How Best to Track Assessment?

Particularly with the imminent demise of the National Curriculum level, I’m becoming increasingly concerned with how best to manage the assessment of pupils. For me there are two key questions:

  1. When has a concept been ‘mastered’?
  2. What is the best way to represent progress so far, to pupils, teachers and parents?
What does mastery look like?
I’m comfortable assessing how well a pupil understands something at a point in time, and can gain a fairly accurate snapshot of their understanding. The problem is that I’m not content with recognising mastery when a concept is completely fresh in a pupil’s head, and that’s all they’ve been working on for the last week. Of course they’ll do well in that assessment.
There has to be an element of retention and remembering. Does that mean pupils should be tested a few weeks after they’ve studied a concept? Or maybe we should assess after completion and a few weeks later. The relationship between remembering and understand, as Kris Boulton pointed out, is one that needs a lot of thought. A proper assessment system needs to consider both – masters don’t forget their craft.
What is the best way to represent progress?

This year my primary tool has been the “I Can” sheet. Each term pupils get their new “I Can” sheet on coloured card, put it in their folder, and read through what they’re learning for the next couple of months. As the term progresses they rank their understanding and watch the sheet fill up. 
“I Can!”: Pupils and teachers rate understanding of different key outcomes.
It’s definitely proved effective as pupils use the sheet as their guide through Maths, and stop to reflect on how they’re doing. They know what they have to learn to improve, and how their progress relates to what they could potentially have learned.
The problem is that there are too many outcomes, and it’s not set up for a mastery approach. There are so many outcomes after an entire year that it’s hard to see where a pupil’s strengths and weaknesses lie, meaning it ceases to be the useful guide I’d planed. So what could the alternative be?
I’m intrigued by (and experimenting with) the way Bruno Reddy rewards mastery using badges. The binary awarded/not-awarded status fits well with a focus on mastery, and the checklist provides pupils with a very clear guide of what they need to do to demonstrate their understanding. But this version of mastery doesn’t appear to assess whether pupils remember a concept a few weeks down the line, and, like my I Can sheets, there’s too much information to be easily digested. lets you award pixels to achieving pupils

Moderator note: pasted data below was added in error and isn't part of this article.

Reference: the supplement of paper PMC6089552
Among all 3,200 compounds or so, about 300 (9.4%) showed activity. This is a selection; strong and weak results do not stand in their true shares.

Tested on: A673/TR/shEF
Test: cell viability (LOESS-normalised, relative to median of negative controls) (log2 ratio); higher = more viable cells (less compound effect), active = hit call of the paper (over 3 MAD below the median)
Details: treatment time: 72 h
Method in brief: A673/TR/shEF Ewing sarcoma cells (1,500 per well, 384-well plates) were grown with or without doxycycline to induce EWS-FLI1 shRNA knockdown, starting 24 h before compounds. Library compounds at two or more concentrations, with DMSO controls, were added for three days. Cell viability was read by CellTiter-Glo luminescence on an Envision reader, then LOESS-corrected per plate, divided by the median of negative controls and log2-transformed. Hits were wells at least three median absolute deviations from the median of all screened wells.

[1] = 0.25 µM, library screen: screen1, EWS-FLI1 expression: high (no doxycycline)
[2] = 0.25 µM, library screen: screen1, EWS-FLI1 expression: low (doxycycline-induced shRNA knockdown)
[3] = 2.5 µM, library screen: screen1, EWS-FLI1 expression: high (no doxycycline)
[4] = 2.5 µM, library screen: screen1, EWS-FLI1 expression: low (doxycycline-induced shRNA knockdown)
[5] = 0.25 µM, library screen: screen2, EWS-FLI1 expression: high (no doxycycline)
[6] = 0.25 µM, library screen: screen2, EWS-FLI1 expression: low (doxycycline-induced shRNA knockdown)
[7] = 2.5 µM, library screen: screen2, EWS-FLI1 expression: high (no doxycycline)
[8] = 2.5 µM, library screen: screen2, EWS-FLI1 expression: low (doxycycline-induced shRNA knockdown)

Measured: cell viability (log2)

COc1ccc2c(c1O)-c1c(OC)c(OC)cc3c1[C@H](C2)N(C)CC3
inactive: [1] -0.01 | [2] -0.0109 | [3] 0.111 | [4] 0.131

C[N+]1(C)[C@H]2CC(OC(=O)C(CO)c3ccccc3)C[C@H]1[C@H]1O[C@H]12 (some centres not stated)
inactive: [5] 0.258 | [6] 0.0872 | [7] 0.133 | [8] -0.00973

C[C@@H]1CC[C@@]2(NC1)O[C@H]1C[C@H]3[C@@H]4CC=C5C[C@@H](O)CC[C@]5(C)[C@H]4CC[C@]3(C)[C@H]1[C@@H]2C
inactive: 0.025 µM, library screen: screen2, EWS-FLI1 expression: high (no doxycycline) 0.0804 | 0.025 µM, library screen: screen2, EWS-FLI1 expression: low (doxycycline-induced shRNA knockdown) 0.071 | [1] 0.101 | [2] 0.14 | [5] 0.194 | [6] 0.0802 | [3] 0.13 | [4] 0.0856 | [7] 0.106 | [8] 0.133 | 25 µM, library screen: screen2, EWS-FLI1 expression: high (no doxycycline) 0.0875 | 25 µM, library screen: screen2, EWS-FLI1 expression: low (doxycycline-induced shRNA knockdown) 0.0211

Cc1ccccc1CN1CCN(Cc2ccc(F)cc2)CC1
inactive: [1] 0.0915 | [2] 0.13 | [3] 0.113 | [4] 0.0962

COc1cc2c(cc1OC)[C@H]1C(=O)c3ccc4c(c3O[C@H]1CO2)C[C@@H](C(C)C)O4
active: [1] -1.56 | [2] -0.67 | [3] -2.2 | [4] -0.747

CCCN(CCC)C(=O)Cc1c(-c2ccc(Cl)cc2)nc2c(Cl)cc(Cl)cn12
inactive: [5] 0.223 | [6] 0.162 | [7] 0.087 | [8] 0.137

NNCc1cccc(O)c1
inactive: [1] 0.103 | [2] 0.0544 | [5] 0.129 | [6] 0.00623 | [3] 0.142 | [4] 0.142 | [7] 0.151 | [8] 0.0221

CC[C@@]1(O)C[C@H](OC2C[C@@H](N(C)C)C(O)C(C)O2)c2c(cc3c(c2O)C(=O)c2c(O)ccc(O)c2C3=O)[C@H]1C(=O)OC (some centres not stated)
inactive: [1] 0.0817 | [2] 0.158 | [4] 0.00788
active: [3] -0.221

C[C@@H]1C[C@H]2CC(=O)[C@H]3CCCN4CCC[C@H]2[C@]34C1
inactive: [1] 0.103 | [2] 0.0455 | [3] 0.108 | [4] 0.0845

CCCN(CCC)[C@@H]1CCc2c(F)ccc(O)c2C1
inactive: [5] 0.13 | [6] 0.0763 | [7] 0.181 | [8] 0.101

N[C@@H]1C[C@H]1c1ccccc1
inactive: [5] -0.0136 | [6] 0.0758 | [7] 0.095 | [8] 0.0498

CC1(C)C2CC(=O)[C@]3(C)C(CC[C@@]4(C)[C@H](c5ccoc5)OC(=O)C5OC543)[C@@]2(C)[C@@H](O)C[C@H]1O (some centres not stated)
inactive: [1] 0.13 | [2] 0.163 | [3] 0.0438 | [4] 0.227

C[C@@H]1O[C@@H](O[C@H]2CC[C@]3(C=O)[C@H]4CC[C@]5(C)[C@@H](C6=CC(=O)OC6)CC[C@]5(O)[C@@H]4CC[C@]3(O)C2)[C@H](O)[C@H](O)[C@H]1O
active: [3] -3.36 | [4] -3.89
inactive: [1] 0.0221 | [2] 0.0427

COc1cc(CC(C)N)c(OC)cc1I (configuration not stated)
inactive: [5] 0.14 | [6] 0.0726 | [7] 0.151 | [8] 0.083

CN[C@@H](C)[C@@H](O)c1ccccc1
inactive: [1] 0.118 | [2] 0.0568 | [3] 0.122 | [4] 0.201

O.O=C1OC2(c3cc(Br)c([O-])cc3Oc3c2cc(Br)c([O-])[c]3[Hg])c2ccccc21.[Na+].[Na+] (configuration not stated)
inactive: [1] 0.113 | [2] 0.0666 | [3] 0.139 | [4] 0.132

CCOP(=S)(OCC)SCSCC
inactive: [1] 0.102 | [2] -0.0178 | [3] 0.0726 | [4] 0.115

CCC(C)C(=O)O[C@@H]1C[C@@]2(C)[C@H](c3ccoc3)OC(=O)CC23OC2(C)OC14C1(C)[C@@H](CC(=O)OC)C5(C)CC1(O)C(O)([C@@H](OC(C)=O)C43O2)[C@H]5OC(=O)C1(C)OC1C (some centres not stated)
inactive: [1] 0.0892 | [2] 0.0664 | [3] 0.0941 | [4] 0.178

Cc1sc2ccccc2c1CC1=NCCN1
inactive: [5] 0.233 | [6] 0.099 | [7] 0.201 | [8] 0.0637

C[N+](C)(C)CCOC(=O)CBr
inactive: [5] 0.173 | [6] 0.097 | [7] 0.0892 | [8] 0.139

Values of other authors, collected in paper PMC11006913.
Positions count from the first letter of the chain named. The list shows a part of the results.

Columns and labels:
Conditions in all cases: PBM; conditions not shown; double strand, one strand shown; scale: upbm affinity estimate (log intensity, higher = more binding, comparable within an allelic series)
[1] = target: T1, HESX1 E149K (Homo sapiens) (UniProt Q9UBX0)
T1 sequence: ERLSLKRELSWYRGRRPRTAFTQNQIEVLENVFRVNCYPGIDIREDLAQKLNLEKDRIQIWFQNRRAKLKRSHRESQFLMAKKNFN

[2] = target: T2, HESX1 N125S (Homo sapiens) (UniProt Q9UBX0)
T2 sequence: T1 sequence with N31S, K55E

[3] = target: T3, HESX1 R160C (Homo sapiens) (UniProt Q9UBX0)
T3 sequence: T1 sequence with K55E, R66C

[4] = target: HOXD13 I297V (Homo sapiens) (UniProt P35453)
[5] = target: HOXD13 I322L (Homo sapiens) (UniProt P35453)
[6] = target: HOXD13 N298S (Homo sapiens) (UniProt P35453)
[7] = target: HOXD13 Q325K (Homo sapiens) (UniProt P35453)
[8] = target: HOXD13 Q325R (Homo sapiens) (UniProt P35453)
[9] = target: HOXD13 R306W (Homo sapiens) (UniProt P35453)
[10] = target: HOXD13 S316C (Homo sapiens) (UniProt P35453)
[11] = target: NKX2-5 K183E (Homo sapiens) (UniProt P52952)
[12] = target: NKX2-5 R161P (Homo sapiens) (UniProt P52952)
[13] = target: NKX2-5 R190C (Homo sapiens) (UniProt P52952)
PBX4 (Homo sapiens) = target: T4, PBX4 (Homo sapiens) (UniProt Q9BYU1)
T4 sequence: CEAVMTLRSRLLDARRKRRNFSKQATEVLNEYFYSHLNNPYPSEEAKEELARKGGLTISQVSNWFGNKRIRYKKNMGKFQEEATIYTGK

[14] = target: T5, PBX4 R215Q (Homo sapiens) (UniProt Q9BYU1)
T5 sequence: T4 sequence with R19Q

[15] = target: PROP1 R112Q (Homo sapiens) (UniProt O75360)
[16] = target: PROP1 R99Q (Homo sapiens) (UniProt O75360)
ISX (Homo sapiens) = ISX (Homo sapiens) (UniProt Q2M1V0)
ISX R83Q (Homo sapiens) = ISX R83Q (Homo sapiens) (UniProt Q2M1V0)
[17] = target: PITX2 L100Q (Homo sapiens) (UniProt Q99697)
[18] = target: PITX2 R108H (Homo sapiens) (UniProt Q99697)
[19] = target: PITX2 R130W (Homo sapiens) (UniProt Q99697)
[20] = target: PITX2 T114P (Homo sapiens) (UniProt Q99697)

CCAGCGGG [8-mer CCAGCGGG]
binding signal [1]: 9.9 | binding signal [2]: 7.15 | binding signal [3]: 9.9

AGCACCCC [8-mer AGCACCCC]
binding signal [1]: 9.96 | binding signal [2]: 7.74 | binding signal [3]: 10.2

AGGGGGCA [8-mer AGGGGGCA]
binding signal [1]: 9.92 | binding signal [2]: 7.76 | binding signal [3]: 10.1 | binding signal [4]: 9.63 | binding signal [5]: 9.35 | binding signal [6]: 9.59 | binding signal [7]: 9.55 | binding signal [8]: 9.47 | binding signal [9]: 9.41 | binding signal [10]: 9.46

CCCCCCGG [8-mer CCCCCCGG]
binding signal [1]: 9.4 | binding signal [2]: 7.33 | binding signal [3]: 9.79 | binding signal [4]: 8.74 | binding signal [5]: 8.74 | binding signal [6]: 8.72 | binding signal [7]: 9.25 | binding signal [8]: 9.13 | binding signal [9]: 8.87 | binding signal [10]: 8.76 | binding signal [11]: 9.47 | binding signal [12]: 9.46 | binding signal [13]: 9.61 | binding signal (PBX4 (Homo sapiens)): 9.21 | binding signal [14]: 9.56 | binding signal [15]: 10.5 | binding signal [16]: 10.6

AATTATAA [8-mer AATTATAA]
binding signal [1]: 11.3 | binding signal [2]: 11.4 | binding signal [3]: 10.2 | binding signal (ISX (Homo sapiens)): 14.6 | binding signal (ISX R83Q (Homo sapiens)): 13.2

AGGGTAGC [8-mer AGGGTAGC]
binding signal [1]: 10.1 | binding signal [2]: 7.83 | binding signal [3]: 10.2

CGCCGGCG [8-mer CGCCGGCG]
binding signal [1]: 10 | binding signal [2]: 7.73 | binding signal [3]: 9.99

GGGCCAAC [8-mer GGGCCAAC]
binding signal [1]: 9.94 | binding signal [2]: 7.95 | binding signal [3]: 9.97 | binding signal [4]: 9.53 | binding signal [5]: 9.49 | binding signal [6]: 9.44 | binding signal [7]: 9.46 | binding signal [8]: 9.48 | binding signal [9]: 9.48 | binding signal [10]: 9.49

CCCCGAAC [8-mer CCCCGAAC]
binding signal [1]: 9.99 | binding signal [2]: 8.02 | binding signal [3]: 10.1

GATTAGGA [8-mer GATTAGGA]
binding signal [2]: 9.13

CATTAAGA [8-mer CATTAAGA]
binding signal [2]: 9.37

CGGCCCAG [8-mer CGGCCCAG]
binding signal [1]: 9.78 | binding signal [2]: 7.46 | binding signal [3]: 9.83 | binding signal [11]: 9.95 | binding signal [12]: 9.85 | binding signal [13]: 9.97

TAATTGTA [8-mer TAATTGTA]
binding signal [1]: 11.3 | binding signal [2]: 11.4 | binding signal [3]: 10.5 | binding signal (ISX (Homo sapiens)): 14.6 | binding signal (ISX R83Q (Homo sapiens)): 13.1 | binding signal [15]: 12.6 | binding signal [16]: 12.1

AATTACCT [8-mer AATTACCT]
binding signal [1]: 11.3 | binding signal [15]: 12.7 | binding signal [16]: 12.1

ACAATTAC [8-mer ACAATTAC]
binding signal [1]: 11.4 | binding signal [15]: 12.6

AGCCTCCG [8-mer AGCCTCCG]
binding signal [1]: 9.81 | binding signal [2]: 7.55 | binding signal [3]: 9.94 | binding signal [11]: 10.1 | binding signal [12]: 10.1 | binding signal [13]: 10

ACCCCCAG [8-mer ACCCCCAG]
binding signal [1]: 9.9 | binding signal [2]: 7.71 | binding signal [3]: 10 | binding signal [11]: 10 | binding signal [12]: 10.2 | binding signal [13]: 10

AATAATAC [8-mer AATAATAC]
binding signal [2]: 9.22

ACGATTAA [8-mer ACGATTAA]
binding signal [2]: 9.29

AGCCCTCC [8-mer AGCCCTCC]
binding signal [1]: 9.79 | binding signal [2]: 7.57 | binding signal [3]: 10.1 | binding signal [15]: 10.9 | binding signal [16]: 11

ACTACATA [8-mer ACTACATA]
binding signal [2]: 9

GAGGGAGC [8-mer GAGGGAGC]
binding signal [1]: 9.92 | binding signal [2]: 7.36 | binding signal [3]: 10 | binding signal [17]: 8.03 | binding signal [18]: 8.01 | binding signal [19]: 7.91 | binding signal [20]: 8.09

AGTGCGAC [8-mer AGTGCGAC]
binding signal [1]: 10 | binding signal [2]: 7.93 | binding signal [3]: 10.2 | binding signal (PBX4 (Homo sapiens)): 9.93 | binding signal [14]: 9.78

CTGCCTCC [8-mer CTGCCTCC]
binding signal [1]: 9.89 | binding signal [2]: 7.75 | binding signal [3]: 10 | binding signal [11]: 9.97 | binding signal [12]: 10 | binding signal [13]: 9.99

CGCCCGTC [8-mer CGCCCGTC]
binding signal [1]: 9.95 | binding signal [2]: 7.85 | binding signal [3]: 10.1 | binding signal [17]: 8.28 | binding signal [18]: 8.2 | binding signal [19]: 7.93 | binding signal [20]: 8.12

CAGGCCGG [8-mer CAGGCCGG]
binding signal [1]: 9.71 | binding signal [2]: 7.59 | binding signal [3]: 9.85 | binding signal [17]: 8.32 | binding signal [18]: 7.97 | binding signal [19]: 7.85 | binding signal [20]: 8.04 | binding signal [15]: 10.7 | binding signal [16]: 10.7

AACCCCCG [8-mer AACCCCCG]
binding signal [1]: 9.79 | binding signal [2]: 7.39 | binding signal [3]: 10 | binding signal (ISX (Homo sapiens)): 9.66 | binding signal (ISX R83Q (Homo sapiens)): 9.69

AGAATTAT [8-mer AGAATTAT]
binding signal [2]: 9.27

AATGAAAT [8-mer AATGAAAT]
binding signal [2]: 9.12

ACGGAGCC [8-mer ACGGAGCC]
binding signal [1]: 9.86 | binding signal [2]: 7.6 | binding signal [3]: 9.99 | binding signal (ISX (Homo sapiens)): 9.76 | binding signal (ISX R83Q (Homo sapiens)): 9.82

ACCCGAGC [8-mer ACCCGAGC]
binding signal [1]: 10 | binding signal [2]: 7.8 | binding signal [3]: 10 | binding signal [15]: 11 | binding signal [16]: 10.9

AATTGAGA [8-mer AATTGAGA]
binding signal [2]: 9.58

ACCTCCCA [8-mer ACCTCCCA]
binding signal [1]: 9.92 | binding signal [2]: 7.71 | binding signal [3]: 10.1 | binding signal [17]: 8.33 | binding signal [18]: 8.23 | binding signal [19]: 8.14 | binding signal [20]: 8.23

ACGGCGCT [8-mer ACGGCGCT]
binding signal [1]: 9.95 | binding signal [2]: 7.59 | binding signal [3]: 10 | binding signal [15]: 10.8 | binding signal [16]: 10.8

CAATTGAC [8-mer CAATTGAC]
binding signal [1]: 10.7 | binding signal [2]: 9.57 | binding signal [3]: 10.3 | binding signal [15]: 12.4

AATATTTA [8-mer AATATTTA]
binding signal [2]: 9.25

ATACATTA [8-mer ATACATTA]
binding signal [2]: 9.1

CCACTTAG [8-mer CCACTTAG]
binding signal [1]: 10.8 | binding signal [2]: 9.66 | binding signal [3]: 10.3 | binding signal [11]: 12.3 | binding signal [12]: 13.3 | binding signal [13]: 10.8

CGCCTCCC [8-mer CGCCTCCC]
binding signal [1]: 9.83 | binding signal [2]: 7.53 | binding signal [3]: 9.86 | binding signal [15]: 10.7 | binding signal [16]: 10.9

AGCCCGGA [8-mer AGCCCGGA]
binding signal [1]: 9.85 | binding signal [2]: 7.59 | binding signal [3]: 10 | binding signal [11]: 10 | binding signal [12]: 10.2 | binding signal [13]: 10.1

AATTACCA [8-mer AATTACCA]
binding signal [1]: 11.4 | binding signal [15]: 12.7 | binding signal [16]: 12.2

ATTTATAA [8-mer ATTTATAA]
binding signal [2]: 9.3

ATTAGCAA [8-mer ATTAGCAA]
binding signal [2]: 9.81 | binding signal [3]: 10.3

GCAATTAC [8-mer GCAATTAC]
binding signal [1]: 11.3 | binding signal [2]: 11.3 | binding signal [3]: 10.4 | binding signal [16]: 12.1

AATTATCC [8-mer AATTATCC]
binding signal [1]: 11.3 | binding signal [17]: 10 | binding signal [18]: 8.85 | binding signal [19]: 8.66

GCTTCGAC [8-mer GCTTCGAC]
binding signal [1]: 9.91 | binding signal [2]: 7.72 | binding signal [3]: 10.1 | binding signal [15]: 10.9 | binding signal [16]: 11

Dan Meyer’s (redesigned) concept checklist takes the visual representation challenge head on. It is clear where pupils have done well and where they need to improve, which makes it much more useful for pupils, parents and teachers. It also does well to require pupils to score highly twice, so prioritising the need to remember. However it is entirely test-based, and doesn’t seem easily adapted for a wider breadth of assessment methods. I can see this working well with exam classes higher up the school, but it seems a bit dry for younger pupils.
Towards A Solution?

There’s a reason kids everywhere love sticker albums. They’re incredibly straightforward, visually appealing, and it’s easy to see where there’s a gap. The sense of satisfaction from filling up a page is immense, and there’s just a joy in lining that sticker up and letting the glue do its work.
Everyone loves sticker albums!
Could we do the same thing for Maths? I’m imagining giving every pupil a sticker album on their first day, that they’ll fill up over the year. In each blank space could be the checklist of what needs to be done to earn that sticker, and, once completed, the pupil can cover it up with a sticker to mark their achievement. That checklist could include a criterion for remembering, as well as whatever range of other assessment was best for each concept.
Please share any thoughts you have – I might get designing this summer!

3 thoughts on “How Best to Track Assessment?

  1. chemistrypoet

    This is an interesting issue. A key issue at the moment, in fact, because everyone is being judged on ‘progress’ (which is hard to define if there is no clear way to measure progress).

    Embedding knowledge is an easy concept, but becomes fairly ephemeral once you begin to think about it in any detail. I sat a lot of exams during my education, and would revise hard prior to them (usually for 8 weeks; attempts to revise for longer were counterproductive). Without such extensive revision I would have performed very poorly. Does this mean that my learning hadn’t been embedded properly?

    Now, in the workplace, tasks undertaken infrequently are difficult…some sort of revision (looking up notes) being required. Where, then, is embedded knowledge? I can do stuff once I’ve got my head around them again. Or if new, once I get my head around them. How does this relate to ’embedded knowledge’?

    From @chemistrypoet

  2. Kris Boulton

    I’ll write up my solution to this problem, which I designed three years ago (before I started) including why I stopped using it. Perhaps it’s time to revive it. A summer team-project maybe?

    1. dmthomas90 Post author

      Happy to have a go at a project, not firmed up my summer plans yet. Any clues as to what your plan was?

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